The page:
My next favorite United Airlines flight out of LAX after any of the premium service departures to JFK is the morning 777 to Washington Dulles. I’ve never missed an upgrade on it and the flight is perfectly timed for a great array of connection opportunities at IAD.
I flew it again this past week, but I didn’t clear the upgrade at the 100-hour 1K window. I assumed I would the next day, though, as I’ve noticed lately that my complimentary upgrades rarely confirm right at the window on heavily booked flights. It didn’t clear the next day, however, or the day after that.
At 100-hours out, the business cabin showed availability as C9 D9 Z9 with oodles of seats unassigned, so I wasn’t worried. When Premier Exec’s usually clear at 72-hours out, availability again showed C9 D9 Z9, so I assumed they were just holding off upgrade space, possibly due to an aircraft swap. At 48-hours out, availability went to C2 D0 Z0. Wow, this would be a first for me to miss an upgrade if it really remained a 777, even if it did swap to a new configuration aircraft with fewer business class seats.
When I checked in for the flight, I noticed via United’s mobile iPhone app (love the transparency it provides) that I was number two on the upgrade list of about 20 or so passengers. I didn’t like my chances, though, since I knew more 1Ks or Global Service passengers would check-in and likely be on higher fares than my ridiculously cheap G-fare.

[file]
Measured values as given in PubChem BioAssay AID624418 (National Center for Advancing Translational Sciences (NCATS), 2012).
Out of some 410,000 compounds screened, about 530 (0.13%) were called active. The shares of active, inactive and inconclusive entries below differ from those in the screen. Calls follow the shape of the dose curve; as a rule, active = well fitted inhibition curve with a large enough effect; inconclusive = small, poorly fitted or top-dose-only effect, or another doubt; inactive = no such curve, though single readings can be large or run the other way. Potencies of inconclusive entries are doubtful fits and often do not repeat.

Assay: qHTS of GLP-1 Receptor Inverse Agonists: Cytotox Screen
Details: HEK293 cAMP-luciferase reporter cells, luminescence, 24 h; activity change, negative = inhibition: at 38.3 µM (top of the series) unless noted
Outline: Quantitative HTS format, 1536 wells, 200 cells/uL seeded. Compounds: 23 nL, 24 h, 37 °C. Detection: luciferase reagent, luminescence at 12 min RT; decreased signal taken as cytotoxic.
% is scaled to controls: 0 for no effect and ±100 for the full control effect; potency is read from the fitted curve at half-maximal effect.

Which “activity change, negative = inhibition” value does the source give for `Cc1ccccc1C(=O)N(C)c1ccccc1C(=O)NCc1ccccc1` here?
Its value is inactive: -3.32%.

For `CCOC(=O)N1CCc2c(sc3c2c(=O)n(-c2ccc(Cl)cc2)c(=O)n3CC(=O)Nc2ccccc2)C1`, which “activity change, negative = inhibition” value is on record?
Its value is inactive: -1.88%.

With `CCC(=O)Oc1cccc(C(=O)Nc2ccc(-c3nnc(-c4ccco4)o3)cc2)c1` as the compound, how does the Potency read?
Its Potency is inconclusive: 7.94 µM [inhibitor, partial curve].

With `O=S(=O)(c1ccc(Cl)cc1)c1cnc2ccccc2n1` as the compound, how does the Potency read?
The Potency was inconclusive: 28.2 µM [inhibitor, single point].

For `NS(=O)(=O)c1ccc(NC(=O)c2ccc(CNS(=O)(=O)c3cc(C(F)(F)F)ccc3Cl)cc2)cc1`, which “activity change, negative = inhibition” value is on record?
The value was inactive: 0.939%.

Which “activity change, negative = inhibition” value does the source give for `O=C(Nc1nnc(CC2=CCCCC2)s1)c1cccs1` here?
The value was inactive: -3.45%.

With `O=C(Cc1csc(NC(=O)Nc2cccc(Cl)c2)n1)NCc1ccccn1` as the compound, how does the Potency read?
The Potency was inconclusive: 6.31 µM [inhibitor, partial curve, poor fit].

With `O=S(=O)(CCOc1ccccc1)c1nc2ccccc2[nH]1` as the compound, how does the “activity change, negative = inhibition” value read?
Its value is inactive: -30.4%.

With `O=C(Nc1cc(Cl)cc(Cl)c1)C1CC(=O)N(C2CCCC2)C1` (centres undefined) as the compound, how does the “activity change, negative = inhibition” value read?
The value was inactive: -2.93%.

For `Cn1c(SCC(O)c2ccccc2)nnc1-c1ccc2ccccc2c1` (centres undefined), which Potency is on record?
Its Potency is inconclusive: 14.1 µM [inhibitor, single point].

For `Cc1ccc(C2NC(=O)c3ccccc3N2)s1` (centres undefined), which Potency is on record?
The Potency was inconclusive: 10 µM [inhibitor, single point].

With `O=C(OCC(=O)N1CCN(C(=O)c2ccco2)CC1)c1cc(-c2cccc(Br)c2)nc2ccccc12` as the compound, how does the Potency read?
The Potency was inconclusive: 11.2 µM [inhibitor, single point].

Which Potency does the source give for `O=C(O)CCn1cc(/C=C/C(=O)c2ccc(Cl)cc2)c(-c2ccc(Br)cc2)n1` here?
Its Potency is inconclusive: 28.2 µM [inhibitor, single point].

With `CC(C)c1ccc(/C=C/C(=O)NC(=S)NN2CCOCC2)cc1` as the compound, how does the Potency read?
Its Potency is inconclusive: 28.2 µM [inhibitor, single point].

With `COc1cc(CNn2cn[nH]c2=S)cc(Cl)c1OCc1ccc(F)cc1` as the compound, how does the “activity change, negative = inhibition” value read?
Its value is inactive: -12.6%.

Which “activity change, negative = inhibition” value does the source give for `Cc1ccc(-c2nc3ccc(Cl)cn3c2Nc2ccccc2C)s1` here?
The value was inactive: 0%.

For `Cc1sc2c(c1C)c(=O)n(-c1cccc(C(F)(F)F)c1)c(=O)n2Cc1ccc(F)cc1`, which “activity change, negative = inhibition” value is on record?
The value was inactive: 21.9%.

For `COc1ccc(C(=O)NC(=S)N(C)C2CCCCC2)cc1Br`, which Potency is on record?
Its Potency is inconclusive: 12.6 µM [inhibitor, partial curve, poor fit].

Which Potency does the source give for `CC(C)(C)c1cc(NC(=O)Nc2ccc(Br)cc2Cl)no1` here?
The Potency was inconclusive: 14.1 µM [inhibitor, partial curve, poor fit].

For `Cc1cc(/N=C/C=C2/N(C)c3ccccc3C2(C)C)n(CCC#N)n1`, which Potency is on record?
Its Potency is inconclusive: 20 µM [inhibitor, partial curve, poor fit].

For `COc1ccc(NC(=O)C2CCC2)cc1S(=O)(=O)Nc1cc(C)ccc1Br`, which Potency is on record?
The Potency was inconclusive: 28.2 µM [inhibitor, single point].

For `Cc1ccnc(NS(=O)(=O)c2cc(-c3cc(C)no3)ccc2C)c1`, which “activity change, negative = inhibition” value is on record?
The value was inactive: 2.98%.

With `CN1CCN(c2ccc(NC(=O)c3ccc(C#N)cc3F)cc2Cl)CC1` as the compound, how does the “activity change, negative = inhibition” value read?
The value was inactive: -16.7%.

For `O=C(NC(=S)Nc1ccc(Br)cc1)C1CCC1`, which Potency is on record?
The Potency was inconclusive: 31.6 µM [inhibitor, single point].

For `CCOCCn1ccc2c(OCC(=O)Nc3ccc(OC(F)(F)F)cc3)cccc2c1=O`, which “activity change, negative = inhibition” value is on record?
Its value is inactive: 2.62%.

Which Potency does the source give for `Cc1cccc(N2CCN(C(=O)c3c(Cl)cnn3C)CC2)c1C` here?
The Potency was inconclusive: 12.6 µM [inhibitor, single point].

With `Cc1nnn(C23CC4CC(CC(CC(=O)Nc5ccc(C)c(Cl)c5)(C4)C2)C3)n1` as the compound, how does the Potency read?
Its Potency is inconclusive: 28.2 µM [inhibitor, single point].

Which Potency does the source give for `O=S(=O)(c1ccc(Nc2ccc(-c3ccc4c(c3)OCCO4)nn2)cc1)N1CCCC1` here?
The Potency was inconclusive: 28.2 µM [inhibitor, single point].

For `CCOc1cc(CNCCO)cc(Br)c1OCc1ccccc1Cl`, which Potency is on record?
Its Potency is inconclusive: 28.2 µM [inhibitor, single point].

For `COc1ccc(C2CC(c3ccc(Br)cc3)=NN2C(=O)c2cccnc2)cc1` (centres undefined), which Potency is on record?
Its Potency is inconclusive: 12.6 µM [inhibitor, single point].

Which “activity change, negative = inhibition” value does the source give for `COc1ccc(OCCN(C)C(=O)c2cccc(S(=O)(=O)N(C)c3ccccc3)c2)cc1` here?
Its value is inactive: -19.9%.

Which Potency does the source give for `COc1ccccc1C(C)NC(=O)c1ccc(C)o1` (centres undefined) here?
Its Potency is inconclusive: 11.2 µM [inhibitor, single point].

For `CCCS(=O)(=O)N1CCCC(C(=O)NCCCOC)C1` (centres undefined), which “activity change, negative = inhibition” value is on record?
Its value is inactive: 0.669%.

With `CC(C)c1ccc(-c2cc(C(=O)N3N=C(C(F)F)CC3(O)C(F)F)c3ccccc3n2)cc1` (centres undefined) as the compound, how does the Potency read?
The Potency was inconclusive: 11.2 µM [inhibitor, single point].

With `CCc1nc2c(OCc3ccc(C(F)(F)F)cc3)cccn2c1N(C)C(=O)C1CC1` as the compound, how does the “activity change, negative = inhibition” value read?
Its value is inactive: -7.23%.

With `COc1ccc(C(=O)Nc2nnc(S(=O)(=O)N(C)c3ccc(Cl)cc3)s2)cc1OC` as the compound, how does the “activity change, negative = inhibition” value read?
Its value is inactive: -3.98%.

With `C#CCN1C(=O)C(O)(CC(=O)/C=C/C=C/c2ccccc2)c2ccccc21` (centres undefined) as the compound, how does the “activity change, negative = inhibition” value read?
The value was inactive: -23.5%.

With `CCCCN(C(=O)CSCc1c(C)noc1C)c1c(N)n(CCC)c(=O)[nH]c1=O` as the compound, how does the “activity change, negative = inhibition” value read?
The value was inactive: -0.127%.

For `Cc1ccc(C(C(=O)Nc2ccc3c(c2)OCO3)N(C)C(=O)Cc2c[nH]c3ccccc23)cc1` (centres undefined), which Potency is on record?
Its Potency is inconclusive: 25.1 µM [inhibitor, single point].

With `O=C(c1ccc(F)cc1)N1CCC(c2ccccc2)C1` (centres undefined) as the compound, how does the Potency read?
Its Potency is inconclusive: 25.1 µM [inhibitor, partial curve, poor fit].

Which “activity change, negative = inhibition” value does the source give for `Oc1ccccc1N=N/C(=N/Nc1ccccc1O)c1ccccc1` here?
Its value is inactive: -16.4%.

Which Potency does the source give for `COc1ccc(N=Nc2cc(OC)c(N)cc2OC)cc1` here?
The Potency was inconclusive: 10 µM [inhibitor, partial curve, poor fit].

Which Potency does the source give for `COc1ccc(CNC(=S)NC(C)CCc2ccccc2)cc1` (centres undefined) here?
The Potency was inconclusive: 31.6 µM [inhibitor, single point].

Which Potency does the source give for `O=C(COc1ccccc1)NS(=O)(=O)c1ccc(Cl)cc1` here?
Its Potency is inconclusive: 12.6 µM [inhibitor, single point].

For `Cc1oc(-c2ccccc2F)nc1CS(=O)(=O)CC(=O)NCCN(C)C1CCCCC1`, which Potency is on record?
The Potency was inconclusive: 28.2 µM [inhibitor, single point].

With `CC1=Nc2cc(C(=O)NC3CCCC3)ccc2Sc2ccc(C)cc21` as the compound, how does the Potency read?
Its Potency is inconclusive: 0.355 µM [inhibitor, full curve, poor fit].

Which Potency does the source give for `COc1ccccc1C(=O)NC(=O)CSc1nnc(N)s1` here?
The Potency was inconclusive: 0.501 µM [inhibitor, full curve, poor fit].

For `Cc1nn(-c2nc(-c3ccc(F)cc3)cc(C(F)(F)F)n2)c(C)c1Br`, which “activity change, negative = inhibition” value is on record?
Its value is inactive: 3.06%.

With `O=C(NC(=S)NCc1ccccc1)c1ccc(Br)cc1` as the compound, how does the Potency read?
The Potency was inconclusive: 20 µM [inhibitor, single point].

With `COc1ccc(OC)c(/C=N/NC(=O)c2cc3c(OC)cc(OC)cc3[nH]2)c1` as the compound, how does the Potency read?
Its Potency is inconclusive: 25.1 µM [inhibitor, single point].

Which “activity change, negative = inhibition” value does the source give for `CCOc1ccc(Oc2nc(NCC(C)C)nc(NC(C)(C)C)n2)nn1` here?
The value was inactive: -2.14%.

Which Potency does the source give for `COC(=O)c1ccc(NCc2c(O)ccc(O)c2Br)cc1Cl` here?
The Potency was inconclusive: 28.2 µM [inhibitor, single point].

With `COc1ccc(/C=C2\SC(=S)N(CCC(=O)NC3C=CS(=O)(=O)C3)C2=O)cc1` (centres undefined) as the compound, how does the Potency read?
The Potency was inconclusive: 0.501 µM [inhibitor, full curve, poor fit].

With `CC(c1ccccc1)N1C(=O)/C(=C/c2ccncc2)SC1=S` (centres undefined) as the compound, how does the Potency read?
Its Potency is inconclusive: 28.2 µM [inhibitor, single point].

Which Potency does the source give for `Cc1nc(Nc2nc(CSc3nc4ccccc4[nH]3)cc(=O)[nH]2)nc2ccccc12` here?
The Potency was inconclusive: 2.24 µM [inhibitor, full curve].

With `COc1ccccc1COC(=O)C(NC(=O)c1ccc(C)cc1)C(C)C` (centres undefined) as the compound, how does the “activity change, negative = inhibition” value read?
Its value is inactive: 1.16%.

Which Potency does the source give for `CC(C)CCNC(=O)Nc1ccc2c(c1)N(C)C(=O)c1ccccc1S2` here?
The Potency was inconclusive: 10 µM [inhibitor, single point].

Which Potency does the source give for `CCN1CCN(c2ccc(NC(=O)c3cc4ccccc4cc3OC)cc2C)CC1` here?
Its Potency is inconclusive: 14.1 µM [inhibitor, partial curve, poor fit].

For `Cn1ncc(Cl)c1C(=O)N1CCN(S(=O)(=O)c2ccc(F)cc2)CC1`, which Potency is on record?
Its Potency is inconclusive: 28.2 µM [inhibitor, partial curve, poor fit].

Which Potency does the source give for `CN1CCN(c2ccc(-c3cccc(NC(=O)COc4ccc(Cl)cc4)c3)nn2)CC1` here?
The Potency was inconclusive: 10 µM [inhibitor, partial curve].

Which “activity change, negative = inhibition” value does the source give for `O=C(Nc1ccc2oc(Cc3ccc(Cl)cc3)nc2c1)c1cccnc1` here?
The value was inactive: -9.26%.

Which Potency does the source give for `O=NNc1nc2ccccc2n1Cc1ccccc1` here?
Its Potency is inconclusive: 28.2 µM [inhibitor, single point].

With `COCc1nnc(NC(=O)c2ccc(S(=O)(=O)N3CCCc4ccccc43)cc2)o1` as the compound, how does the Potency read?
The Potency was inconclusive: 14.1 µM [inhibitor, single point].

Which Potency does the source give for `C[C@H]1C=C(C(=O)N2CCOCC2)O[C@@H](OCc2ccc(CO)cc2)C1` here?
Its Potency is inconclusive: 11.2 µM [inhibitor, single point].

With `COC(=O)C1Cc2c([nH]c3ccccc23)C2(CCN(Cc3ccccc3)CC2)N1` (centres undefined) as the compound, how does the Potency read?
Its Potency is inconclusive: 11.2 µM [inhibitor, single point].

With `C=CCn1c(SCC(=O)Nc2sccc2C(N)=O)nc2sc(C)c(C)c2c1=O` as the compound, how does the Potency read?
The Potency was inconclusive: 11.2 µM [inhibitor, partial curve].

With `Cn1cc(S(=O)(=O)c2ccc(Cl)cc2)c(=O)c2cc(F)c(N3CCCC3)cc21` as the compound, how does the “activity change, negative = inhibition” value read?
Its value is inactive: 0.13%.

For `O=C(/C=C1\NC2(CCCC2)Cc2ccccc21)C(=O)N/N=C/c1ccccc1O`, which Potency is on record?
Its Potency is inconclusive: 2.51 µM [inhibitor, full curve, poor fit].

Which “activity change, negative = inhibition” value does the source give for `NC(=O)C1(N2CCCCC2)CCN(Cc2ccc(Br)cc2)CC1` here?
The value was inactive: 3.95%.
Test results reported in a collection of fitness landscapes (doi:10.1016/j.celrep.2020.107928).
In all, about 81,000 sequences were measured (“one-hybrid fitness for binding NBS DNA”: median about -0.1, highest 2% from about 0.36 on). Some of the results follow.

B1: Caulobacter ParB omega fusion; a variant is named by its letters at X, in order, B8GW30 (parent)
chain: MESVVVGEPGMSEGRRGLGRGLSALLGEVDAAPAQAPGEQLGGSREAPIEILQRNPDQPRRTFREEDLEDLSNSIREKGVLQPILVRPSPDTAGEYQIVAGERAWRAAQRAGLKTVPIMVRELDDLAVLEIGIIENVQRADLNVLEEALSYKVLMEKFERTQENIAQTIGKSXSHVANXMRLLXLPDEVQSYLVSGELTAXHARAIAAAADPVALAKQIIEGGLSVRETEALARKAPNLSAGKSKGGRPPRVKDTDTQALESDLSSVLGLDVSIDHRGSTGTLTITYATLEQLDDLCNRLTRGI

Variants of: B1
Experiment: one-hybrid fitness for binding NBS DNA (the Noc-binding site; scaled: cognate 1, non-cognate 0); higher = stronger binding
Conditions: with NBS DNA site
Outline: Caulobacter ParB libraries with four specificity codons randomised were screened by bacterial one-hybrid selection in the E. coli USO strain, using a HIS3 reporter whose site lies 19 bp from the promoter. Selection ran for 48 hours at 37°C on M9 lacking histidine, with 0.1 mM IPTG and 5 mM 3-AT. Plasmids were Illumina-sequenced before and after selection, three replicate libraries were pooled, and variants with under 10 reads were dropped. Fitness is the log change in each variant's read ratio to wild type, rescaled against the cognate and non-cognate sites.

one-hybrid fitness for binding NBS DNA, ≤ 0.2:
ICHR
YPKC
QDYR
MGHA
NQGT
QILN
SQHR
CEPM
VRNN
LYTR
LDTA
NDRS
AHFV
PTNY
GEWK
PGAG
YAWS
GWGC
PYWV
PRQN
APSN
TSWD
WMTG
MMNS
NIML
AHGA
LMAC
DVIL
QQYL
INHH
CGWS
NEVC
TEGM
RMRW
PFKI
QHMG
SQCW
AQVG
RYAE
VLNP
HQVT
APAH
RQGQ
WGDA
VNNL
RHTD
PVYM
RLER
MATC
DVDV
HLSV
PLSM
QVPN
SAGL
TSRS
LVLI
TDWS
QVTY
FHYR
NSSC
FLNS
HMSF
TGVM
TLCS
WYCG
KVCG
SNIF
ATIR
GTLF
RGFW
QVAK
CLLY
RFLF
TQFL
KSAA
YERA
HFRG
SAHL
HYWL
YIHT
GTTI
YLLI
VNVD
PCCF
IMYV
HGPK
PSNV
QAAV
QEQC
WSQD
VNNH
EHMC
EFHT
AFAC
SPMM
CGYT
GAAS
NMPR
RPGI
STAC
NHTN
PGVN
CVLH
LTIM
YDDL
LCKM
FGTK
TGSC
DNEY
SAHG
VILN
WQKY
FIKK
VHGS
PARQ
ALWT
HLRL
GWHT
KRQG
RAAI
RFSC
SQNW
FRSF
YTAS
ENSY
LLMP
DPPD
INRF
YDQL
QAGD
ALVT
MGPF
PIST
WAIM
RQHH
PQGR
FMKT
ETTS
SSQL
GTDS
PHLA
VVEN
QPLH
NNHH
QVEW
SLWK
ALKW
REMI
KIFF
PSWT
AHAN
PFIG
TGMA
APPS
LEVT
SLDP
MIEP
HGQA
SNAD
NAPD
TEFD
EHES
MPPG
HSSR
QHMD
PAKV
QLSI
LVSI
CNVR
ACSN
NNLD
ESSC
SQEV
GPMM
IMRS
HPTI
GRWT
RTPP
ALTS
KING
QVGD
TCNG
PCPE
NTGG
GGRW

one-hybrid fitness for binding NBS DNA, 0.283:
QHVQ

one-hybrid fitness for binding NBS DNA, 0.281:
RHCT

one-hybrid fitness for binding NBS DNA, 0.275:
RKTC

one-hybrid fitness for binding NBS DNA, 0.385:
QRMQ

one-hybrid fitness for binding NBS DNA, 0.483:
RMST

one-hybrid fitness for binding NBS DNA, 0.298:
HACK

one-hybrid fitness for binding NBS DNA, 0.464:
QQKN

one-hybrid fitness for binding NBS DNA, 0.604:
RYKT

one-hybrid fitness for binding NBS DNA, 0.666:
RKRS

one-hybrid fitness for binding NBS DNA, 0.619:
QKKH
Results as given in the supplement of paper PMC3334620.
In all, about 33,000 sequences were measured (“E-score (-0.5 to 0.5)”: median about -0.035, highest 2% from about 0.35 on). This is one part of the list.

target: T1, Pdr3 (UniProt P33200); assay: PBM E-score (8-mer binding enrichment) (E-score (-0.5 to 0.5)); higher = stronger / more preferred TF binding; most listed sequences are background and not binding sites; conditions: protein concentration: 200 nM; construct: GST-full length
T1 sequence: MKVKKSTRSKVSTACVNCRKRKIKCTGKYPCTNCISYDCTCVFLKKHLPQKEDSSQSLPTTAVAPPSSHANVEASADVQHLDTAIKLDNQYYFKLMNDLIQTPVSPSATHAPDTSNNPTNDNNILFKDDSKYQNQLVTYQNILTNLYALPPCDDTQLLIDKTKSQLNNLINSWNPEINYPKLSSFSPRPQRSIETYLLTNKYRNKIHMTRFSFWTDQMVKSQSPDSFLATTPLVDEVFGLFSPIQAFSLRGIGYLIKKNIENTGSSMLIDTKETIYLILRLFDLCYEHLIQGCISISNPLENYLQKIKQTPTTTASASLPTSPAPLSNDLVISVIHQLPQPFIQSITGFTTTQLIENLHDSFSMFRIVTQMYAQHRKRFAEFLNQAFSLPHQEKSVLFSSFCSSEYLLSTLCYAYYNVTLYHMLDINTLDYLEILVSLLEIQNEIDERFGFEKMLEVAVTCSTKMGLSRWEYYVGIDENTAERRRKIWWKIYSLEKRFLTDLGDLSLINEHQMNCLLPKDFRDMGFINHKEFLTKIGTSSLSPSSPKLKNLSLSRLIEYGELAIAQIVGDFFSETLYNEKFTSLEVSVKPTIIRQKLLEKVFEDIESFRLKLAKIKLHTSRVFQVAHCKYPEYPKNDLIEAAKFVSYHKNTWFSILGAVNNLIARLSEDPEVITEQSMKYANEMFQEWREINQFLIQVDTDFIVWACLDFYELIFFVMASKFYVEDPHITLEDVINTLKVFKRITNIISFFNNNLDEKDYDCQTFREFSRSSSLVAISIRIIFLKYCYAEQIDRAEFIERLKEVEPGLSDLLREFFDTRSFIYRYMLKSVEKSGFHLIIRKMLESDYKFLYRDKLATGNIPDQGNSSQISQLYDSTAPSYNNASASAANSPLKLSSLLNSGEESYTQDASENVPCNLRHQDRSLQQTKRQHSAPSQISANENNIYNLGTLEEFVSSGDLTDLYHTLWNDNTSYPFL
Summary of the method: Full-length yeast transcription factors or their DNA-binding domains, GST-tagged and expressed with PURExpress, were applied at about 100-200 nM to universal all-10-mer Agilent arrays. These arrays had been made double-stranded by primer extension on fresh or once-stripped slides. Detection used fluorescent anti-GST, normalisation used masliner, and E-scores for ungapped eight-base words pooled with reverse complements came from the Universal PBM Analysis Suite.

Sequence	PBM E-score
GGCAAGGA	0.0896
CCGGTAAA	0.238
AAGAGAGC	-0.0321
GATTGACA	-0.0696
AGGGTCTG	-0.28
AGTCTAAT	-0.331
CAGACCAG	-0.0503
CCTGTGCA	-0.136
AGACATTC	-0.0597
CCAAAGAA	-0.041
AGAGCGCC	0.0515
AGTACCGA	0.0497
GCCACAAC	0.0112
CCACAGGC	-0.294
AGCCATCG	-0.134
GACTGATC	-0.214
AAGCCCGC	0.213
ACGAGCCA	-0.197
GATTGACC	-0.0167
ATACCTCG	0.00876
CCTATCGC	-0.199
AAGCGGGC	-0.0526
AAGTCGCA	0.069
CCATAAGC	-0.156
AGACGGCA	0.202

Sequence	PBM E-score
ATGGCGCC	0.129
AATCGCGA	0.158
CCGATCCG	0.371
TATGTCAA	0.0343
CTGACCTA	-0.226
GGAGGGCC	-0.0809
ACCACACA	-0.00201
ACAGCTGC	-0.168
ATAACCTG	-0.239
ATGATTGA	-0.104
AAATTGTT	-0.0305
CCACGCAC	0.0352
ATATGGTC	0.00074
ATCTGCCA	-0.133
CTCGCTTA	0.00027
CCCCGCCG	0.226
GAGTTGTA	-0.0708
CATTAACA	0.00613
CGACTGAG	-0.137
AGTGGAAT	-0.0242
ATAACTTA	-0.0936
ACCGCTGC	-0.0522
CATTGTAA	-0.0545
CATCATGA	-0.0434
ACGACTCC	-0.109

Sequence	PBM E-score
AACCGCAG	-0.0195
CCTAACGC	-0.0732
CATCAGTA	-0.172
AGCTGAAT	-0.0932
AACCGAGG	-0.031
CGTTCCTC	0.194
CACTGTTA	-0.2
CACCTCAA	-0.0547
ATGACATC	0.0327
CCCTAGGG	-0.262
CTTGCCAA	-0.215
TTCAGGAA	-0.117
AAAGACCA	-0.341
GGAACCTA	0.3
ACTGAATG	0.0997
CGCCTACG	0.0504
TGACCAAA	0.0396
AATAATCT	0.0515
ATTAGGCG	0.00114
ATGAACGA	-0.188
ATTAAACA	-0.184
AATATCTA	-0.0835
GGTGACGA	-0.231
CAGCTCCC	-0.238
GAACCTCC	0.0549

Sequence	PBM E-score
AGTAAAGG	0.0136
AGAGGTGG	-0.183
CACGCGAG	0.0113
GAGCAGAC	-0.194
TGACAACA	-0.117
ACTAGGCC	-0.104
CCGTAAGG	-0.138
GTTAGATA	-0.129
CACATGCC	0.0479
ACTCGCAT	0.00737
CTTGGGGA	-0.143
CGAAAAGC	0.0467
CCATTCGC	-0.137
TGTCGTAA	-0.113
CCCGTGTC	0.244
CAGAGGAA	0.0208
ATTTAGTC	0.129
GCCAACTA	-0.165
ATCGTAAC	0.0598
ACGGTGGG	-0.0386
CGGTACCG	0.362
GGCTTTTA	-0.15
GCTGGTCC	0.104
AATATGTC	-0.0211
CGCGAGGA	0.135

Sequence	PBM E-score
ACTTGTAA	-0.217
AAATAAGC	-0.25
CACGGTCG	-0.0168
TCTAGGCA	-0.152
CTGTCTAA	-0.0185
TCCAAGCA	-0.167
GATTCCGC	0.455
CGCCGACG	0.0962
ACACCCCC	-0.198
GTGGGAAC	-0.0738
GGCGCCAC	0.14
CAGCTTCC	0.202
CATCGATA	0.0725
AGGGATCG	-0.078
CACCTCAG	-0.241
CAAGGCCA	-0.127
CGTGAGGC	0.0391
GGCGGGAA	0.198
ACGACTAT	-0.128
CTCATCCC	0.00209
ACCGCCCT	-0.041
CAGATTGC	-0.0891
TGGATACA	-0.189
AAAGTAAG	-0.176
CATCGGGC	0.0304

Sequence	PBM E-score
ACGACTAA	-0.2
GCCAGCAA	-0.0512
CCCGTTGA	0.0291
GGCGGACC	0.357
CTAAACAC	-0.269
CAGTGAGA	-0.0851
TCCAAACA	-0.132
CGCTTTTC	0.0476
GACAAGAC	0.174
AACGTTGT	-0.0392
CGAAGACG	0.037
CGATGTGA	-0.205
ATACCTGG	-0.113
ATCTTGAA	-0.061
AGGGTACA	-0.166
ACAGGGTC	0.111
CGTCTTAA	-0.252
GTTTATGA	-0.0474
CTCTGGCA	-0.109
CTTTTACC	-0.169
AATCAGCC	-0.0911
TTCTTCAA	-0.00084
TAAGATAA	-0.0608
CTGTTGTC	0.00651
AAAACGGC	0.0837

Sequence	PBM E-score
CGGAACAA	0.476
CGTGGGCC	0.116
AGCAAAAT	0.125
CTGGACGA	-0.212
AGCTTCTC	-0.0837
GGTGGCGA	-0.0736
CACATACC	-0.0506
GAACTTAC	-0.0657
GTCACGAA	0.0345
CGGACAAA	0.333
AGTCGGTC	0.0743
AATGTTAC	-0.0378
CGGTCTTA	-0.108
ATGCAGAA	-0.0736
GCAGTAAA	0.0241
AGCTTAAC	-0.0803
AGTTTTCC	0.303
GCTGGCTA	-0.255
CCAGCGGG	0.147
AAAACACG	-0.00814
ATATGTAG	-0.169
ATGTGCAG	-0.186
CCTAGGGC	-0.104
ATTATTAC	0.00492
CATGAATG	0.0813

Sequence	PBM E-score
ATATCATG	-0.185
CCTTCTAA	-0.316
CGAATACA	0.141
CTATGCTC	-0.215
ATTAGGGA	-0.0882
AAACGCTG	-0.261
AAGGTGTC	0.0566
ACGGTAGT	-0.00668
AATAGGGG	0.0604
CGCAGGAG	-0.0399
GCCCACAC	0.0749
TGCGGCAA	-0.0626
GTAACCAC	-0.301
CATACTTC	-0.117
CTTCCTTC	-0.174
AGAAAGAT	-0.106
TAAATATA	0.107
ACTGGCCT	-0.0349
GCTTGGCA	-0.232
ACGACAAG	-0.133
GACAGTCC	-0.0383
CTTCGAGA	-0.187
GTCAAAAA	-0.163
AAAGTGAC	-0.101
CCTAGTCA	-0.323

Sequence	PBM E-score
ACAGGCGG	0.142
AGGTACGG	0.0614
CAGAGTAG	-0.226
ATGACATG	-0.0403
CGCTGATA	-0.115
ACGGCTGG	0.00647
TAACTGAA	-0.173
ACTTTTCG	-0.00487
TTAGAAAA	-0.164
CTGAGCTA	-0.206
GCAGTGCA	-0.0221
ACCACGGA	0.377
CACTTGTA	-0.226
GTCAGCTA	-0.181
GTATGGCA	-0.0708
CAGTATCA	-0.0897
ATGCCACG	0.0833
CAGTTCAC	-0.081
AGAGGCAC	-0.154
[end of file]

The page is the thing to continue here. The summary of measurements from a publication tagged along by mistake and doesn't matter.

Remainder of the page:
The aircraft did end up switching to a new configuration lie-flat International Premium Travel Experience 777 after I checked in, so I assumed that’s why United’s Inventory Management held off on releasing space. Later that day (since I obsessively check and re-check my flights), I noticed my name was gone from the upgrade list on the mobile app. I had to call three times until I finally got an agent that was able to get me back on the list, and again I was number two for a business class seat. I resigned myself to accepting it was going to be a battlefield upgrade at the gate.
When I got to the airport, I inquired with an agent at the United Club what my position was on the list. I was still number two, but it looked good with three seats open an hour before departure. I headed to the gate and took a seat close to the counter.
A fellow mileage runner with whom I’ve flown with previously noticed me and came over to say hello. He mentioned his upgrade cleared right at the window and that he, too, was on a G-fare. Ack! Why didn’t I clear? In the end, I did end up getting my upgrade and survived a middle seat in the business class cabin, but I realized a mistake I made and wanted to share it here.
When my upgrade didn’t clear at the 100-hour window, a new segment did appear in my itinerary showing the waitlisted segment, so I just assumed NC (upgrade) space was indeed zero. Each time I checked availability, I simply looked at standard flight availability and didn’t go deeper into the “Book with miles” (advanced mode) option to view NC space. Big mistake.
Had I gone in and viewed the total picture of availability, I would have likely seen that NC space was available and then called in to confirm my upgrade. In the grand scheme of things it really wasn’t a big deal, of course, but when I saw availability drop to C2, I have to admit I was sort of panicked.
So… this post is a friendly reminder to investigate deeper if your upgrade doesn’t clear as expected since automation does sometimes fail and human intervention is required. I’ll certainly be more vigilant my next waitlisted upgrade.